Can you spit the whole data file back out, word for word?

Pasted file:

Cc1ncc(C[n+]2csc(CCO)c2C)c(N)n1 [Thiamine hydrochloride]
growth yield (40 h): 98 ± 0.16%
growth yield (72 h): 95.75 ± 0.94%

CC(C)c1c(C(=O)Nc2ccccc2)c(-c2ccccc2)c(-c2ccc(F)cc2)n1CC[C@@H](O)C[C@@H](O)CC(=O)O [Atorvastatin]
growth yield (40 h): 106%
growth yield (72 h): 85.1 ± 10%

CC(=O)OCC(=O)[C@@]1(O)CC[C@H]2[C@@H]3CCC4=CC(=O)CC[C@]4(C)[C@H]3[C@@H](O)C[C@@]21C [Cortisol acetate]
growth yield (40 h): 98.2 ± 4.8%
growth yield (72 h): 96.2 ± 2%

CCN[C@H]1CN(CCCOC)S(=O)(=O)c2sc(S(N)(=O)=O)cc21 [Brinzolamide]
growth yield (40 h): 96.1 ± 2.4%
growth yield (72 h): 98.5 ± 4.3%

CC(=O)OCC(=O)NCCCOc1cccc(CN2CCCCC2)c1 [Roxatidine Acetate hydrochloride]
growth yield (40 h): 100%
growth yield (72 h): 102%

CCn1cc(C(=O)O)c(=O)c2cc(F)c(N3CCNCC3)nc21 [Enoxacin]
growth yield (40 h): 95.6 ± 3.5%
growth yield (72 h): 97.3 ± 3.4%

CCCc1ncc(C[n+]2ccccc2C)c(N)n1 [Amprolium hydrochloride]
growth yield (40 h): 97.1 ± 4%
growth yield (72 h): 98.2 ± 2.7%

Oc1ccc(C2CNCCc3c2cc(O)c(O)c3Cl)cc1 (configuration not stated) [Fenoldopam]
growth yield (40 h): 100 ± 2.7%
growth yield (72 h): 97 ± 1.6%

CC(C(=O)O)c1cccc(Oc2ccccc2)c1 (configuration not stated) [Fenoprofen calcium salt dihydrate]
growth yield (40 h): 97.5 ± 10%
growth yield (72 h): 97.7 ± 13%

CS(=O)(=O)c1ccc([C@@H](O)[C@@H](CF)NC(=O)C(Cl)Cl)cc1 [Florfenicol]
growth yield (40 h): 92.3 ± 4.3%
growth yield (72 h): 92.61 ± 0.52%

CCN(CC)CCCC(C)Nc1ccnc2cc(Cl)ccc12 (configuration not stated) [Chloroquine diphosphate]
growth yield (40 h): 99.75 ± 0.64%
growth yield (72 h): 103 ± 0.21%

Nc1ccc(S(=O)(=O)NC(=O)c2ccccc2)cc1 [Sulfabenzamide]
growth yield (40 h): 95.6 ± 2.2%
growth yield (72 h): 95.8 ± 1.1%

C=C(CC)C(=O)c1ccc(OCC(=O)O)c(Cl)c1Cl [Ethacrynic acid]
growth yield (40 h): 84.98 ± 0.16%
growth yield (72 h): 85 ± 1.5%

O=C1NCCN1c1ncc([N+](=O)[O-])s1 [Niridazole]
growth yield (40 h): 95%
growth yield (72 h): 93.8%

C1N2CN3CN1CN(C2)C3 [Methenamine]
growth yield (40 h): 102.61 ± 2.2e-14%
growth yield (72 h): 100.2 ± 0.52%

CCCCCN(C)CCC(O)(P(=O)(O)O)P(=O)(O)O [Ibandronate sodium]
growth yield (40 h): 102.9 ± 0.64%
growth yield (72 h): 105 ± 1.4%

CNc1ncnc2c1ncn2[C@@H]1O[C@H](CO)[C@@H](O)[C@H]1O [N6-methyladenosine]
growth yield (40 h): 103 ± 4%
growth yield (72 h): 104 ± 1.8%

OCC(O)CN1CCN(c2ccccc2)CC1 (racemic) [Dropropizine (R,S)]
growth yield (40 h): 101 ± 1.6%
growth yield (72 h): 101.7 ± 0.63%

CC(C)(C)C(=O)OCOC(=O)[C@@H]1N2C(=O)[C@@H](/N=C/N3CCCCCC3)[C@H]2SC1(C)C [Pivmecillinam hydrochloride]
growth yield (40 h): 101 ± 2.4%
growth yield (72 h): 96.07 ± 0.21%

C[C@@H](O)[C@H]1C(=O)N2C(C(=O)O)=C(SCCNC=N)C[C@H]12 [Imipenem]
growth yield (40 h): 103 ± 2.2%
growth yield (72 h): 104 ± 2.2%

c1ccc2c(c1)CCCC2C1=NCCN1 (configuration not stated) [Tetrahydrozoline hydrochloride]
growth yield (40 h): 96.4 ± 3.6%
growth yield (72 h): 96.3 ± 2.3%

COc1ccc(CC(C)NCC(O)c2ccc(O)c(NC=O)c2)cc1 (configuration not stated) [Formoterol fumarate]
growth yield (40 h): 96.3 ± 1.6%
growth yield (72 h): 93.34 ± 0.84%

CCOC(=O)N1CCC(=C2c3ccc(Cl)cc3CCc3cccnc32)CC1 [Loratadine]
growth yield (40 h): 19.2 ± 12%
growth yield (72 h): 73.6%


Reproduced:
Cc1ncc(C[n+]2csc(CCO)c2C)c(N)n1 [Thiamine hydrochloride]
growth yield (40 h): 98 ± 0.16%
growth yield (72 h): 95.75 ± 0.94%

CC(C)c1c(C(=O)Nc2ccccc2)c(-c2ccccc2)c(-c2ccc(F)cc2)n1CC[C@@H](O)C[C@@H](O)CC(=O)O [Atorvastatin]
growth yield (40 h): 106%
growth yield (72 h): 85.1 ± 10%

CC(=O)OCC(=O)[C@@]1(O)CC[C@H]2[C@@H]3CCC4=CC(=O)CC[C@]4(C)[C@H]3[C@@H](O)C[C@@]21C [Cortisol acetate]
growth yield (40 h): 98.2 ± 4.8%
growth yield (72 h): 96.2 ± 2%

CCN[C@H]1CN(CCCOC)S(=O)(=O)c2sc(S(N)(=O)=O)cc21 [Brinzolamide]
growth yield (40 h): 96.1 ± 2.4%
growth yield (72 h): 98.5 ± 4.3%

CC(=O)OCC(=O)NCCCOc1cccc(CN2CCCCC2)c1 [Roxatidine Acetate hydrochloride]
growth yield (40 h): 100%
growth yield (72 h): 102%

CCn1cc(C(=O)O)c(=O)c2cc(F)c(N3CCNCC3)nc21 [Enoxacin]
growth yield (40 h): 95.6 ± 3.5%
growth yield (72 h): 97.3 ± 3.4%

CCCc1ncc(C[n+]2ccccc2C)c(N)n1 [Amprolium hydrochloride]
growth yield (40 h): 97.1 ± 4%
growth yield (72 h): 98.2 ± 2.7%

Oc1ccc(C2CNCCc3c2cc(O)c(O)c3Cl)cc1 (configuration not stated) [Fenoldopam]
growth yield (40 h): 100 ± 2.7%
growth yield (72 h): 97 ± 1.6%

CC(C(=O)O)c1cccc(Oc2ccccc2)c1 (configuration not stated) [Fenoprofen calcium salt dihydrate]
growth yield (40 h): 97.5 ± 10%
growth yield (72 h): 97.7 ± 13%

CS(=O)(=O)c1ccc([C@@H](O)[C@@H](CF)NC(=O)C(Cl)Cl)cc1 [Florfenicol]
growth yield (40 h): 92.3 ± 4.3%
growth yield (72 h): 92.61 ± 0.52%

CCN(CC)CCCC(C)Nc1ccnc2cc(Cl)ccc12 (configuration not stated) [Chloroquine diphosphate]
growth yield (40 h): 99.75 ± 0.64%
growth yield (72 h): 103 ± 0.21%

Nc1ccc(S(=O)(=O)NC(=O)c2ccccc2)cc1 [Sulfabenzamide]
growth yield (40 h): 95.6 ± 2.2%
growth yield (72 h): 95.8 ± 1.1%

C=C(CC)C(=O)c1ccc(OCC(=O)O)c(Cl)c1Cl [Ethacrynic acid]
growth yield (40 h): 84.98 ± 0.16%
growth yield (72 h): 85 ± 1.5%

O=C1NCCN1c1ncc([N+](=O)[O-])s1 [Niridazole]
growth yield (40 h): 95%
growth yield (72 h): 93.8%

C1N2CN3CN1CN(C2)C3 [Methenamine]
growth yield (40 h): 102.61 ± 2.2e-14%
growth yield (72 h): 100.2 ± 0.52%

CCCCCN(C)CCC(O)(P(=O)(O)O)P(=O)(O)O [Ibandronate sodium]
growth yield (40 h): 102.9 ± 0.64%
growth yield (72 h): 105 ± 1.4%

CNc1ncnc2c1ncn2[C@@H]1O[C@H](CO)[C@@H](O)[C@H]1O [N6-methyladenosine]
growth yield (40 h): 103 ± 4%
growth yield (72 h): 104 ± 1.8%

OCC(O)CN1CCN(c2ccccc2)CC1 (racemic) [Dropropizine (R,S)]
growth yield (40 h): 101 ± 1.6%
growth yield (72 h): 101.7 ± 0.63%

CC(C)(C)C(=O)OCOC(=O)[C@@H]1N2C(=O)[C@@H](/N=C/N3CCCCCC3)[C@H]2SC1(C)C [Pivmecillinam hydrochloride]
growth yield (40 h): 101 ± 2.4%
growth yield (72 h): 96.07 ± 0.21%

C[C@@H](O)[C@H]1C(=O)N2C(C(=O)O)=C(SCCNC=N)C[C@H]12 [Imipenem]
growth yield (40 h): 103 ± 2.2%
growth yield (72 h): 104 ± 2.2%

c1ccc2c(c1)CCCC2C1=NCCN1 (configuration not stated) [Tetrahydrozoline hydrochloride]
growth yield (40 h): 96.4 ± 3.6%
growth yield (72 h): 96.3 ± 2.3%

COc1ccc(CC(C)NCC(O)c2ccc(O)c(NC=O)c2)cc1 (configuration not stated) [Formoterol fumarate]
growth yield (40 h): 96.3 ± 1.6%
growth yield (72 h): 93.34 ± 0.84%

CCOC(=O)N1CCC(=C2c3ccc(Cl)cc3CCc3cccnc32)CC1 [Loratadine]
growth yield (40 h): 19.2 ± 12%
growth yield (72 h): 73.6%